Building them like Nature shows how to

Learning from Nature How to Create Flow Without Friction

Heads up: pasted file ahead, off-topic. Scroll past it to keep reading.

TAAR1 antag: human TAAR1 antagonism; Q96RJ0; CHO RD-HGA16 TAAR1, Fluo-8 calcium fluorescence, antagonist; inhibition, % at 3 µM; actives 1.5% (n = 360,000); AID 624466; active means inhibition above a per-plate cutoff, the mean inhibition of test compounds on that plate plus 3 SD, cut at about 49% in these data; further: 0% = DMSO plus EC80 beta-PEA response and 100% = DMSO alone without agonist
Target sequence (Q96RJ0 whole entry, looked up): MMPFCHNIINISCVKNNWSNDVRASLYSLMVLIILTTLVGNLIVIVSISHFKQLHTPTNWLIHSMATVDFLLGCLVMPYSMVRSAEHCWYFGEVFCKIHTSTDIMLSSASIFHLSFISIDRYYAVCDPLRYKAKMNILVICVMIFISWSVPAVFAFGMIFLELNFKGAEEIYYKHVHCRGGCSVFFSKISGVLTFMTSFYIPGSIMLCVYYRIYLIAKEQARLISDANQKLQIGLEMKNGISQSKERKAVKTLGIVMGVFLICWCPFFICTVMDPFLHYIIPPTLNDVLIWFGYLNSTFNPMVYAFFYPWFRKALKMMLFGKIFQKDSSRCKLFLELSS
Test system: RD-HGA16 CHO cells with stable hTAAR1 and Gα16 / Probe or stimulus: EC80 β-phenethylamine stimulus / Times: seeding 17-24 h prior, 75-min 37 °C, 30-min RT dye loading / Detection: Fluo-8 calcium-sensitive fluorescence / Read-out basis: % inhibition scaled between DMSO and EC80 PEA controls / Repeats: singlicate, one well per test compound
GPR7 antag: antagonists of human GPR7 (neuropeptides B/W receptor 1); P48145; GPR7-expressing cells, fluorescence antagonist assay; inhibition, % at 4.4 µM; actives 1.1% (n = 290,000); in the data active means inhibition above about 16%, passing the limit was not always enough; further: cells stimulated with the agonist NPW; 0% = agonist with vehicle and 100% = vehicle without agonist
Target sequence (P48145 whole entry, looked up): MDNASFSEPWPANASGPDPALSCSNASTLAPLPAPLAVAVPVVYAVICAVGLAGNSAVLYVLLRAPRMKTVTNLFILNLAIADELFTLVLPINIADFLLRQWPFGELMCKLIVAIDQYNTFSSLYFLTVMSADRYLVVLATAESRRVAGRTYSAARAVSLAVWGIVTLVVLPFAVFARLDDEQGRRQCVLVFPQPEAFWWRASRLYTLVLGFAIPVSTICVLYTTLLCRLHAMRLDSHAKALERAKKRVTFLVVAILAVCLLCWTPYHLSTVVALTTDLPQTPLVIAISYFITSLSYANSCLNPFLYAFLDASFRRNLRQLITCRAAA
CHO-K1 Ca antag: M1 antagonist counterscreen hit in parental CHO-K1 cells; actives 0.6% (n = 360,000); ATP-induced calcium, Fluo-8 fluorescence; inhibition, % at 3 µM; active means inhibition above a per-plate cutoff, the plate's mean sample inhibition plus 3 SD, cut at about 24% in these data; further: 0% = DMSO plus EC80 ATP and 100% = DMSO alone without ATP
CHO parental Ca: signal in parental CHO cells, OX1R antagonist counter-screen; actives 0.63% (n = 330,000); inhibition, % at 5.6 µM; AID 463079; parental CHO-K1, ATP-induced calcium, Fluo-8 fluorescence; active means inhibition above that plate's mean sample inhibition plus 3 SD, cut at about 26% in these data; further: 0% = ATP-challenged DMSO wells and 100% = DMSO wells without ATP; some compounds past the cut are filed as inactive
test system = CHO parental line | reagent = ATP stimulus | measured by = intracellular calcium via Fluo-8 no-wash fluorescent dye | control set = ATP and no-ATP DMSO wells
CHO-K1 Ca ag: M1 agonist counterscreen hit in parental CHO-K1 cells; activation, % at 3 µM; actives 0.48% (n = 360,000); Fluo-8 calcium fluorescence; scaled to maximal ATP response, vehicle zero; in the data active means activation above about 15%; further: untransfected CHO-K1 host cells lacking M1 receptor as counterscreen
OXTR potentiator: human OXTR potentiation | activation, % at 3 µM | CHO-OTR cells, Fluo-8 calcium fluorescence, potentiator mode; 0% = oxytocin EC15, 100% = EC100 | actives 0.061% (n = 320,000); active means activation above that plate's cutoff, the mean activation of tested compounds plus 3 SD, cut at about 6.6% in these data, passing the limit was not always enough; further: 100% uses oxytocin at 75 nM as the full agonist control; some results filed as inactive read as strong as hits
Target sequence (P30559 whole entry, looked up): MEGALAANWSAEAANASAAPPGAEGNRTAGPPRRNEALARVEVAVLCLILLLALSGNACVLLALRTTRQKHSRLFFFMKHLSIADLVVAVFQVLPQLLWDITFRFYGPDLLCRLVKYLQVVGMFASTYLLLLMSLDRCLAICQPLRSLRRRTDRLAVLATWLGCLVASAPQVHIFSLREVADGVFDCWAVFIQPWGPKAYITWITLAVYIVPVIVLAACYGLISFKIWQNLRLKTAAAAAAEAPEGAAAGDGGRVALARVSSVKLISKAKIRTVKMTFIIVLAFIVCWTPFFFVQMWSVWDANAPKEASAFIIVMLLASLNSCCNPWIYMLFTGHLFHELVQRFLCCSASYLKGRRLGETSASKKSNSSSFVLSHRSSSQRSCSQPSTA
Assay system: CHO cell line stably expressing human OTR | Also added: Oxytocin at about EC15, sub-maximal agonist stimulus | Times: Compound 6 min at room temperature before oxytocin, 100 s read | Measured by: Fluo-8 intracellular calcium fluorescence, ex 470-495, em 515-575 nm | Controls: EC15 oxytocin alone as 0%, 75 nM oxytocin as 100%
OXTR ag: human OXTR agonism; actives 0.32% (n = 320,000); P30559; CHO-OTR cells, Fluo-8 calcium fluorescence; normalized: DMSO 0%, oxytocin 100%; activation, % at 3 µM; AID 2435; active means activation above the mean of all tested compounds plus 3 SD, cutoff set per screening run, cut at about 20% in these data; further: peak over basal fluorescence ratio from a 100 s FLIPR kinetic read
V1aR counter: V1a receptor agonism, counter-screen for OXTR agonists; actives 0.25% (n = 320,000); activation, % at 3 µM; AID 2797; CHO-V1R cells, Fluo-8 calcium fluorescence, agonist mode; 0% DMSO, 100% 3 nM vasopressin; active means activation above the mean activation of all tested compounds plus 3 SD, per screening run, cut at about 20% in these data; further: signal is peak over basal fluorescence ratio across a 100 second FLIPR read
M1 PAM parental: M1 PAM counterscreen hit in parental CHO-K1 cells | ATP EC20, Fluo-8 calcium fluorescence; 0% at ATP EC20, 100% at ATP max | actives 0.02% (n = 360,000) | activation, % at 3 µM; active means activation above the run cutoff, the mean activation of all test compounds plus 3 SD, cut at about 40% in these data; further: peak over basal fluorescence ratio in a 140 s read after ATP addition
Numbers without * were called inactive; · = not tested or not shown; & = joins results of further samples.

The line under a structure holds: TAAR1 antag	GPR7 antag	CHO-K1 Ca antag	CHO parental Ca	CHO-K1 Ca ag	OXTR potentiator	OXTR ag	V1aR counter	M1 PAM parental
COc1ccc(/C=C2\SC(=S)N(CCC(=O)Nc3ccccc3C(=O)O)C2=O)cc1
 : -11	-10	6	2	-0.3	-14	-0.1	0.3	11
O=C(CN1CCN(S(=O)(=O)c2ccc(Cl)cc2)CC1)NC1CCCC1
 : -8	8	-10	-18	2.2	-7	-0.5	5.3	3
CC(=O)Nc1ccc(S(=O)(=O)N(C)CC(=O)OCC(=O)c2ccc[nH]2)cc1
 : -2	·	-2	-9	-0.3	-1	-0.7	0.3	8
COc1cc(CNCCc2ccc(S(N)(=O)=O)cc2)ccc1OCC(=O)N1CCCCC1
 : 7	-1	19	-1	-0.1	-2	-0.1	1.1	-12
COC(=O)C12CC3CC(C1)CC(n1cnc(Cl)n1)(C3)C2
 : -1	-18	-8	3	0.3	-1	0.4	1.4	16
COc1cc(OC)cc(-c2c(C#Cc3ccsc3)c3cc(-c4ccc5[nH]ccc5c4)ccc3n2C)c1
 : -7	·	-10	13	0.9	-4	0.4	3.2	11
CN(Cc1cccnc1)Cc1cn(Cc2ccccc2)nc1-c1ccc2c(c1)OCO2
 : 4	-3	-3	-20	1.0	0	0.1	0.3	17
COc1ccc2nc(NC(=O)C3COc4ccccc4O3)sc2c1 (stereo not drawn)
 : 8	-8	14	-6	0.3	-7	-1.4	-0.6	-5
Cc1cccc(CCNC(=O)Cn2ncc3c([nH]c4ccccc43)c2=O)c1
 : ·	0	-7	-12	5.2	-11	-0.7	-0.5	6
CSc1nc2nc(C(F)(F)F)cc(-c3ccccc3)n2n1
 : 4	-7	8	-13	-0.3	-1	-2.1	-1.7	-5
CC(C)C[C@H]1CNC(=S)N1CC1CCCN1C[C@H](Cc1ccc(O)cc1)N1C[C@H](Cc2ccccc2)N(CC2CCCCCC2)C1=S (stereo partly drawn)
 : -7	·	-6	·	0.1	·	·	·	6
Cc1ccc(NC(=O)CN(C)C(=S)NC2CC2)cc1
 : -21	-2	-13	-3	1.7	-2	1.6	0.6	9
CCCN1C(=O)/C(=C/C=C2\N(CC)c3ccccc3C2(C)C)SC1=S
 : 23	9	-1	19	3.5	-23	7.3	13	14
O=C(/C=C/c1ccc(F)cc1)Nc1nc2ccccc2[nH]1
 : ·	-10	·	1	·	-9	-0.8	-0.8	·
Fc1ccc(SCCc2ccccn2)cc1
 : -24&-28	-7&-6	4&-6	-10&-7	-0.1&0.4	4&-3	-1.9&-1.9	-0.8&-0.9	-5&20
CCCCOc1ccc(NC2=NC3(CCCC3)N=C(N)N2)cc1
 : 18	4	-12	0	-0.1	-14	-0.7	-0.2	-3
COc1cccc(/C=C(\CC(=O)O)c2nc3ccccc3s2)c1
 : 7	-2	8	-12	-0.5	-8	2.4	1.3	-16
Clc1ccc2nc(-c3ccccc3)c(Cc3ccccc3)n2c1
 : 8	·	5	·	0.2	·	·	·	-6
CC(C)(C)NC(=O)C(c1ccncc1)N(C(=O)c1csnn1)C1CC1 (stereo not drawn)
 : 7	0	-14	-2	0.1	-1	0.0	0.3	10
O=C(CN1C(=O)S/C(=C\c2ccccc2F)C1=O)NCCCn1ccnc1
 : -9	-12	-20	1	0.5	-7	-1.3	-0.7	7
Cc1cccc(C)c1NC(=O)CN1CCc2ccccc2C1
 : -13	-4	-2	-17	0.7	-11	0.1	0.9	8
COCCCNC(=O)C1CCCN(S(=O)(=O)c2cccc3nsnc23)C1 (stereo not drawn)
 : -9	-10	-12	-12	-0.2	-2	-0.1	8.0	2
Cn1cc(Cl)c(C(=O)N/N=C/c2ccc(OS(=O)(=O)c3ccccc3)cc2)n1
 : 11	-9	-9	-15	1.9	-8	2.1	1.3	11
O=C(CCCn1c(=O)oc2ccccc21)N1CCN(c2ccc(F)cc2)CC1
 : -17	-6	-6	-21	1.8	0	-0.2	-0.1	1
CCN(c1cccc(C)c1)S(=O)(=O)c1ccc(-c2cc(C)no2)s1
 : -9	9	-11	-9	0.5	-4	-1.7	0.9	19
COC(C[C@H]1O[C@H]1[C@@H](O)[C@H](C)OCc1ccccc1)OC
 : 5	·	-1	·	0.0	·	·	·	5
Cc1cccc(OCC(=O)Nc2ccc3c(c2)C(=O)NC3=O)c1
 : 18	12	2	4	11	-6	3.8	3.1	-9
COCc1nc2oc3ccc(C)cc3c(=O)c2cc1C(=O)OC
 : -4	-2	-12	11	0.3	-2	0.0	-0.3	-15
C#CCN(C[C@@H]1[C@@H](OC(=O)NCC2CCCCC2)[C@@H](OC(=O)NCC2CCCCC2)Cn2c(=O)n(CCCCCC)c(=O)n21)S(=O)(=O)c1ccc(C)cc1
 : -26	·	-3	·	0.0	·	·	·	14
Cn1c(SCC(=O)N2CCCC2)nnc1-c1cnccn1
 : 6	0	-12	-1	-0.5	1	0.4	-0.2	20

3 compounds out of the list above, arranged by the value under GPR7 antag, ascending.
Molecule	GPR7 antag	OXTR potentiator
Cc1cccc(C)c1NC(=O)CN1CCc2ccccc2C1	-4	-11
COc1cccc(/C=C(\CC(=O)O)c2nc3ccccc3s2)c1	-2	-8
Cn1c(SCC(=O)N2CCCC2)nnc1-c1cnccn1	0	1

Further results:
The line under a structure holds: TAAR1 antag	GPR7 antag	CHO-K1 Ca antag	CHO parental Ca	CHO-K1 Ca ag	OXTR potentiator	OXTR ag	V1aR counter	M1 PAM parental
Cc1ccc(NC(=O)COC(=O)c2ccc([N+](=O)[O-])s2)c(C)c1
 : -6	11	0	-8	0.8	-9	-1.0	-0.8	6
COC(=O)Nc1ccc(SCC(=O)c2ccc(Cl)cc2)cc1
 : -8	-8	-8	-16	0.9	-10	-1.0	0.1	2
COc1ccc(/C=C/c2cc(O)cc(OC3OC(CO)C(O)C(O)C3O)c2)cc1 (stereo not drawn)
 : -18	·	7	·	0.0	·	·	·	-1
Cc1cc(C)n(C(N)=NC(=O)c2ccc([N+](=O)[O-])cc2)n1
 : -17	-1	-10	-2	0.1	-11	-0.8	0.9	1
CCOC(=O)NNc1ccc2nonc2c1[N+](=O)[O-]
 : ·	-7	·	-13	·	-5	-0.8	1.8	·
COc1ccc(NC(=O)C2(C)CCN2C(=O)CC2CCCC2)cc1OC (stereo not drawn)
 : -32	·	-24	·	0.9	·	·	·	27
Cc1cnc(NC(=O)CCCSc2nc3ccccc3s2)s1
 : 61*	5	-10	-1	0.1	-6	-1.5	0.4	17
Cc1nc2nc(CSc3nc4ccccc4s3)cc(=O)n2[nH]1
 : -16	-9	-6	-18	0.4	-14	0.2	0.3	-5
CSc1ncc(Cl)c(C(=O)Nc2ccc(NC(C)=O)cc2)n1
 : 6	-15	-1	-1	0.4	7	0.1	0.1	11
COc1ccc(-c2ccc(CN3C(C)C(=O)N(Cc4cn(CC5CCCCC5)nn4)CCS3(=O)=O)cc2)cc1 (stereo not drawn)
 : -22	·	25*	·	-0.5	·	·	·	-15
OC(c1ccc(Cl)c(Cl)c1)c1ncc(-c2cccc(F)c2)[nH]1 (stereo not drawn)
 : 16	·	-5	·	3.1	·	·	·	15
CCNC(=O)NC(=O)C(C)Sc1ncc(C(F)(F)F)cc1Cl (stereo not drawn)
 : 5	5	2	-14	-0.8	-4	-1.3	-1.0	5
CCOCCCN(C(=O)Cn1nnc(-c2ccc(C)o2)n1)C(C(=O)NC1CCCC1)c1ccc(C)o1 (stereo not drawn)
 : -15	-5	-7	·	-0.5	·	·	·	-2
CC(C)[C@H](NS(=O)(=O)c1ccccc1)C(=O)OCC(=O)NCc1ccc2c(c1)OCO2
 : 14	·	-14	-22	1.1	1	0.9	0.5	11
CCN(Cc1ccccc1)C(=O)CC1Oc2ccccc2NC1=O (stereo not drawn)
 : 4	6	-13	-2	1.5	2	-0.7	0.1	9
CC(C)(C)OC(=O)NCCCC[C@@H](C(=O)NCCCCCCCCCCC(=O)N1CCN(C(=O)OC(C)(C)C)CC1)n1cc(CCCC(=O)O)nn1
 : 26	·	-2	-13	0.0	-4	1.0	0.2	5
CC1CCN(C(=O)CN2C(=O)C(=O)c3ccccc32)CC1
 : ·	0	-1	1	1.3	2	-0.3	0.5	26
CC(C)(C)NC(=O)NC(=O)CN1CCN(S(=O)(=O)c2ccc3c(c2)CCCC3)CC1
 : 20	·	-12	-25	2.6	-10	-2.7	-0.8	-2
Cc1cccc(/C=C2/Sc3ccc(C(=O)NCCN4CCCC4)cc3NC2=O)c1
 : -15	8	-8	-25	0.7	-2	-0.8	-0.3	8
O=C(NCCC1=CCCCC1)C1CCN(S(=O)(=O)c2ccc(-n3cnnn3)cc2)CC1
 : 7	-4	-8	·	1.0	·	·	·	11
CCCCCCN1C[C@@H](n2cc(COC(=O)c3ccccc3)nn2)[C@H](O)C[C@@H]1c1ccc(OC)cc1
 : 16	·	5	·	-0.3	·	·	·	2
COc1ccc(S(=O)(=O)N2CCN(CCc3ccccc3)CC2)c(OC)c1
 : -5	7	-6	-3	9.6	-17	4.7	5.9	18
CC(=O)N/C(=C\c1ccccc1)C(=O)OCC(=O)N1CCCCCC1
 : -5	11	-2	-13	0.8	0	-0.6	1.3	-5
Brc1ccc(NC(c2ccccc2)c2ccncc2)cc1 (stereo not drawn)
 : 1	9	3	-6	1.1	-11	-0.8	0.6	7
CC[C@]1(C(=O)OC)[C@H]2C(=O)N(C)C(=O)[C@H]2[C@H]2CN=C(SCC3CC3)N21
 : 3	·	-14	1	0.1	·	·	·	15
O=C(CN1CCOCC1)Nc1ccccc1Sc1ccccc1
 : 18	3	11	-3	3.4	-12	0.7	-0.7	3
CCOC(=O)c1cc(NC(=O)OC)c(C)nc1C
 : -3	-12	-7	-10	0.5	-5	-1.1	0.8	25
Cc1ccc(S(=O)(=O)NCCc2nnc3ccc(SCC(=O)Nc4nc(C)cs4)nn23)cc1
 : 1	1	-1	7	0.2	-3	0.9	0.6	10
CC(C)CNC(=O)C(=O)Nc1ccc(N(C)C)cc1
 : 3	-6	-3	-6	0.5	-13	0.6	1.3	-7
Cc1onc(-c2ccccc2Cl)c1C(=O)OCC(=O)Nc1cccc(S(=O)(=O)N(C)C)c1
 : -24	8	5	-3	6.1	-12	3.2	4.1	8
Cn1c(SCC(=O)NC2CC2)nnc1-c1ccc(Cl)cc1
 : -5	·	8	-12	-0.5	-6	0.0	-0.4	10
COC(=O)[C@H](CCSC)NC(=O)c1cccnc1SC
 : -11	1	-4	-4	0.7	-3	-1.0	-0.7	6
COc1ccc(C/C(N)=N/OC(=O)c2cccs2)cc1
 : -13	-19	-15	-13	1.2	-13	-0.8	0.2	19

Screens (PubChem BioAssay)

Stand quietly just about anywhere and you are likely to hear a fan running, in the computer you are using, in the air conditioning unit of the building you are in, and throughout the water, air, and electrical systems upon which the city around you depends. Fans and other rotational devices are a major part of the human built environment, and a major component of our total energy usage. Although we've been building such devices in one form or another since at least 100 B.C., we've never built them like Nature does until now. Naturally flowing fluids, gases, and heat follow a common geometric pattern that differs in shape from conventional human-made rotors. Nature moves water and air using a logarithmic or exponentially growing spiral, as commonly seen in seashells. This pattern shows up everywhere in Nature: in the curled up trunks of elephants and tails of chameleons, in the pattern of swirling galaxies in outer space and kelp in ocean surf, and in the shape of the cochlea of our inner ears and our own skin pores. Inspired by the way Nature moves water and air, PAX Scientific Inc. applied this fundamental geometry to the shape of human-made rotary devices for the first time, in fans, mixers, propellers, turbines and pumps. Depending on application, the resulting designs reduce energy usage by a staggering 10-85% over conventional rotors, and noise by up to 75%.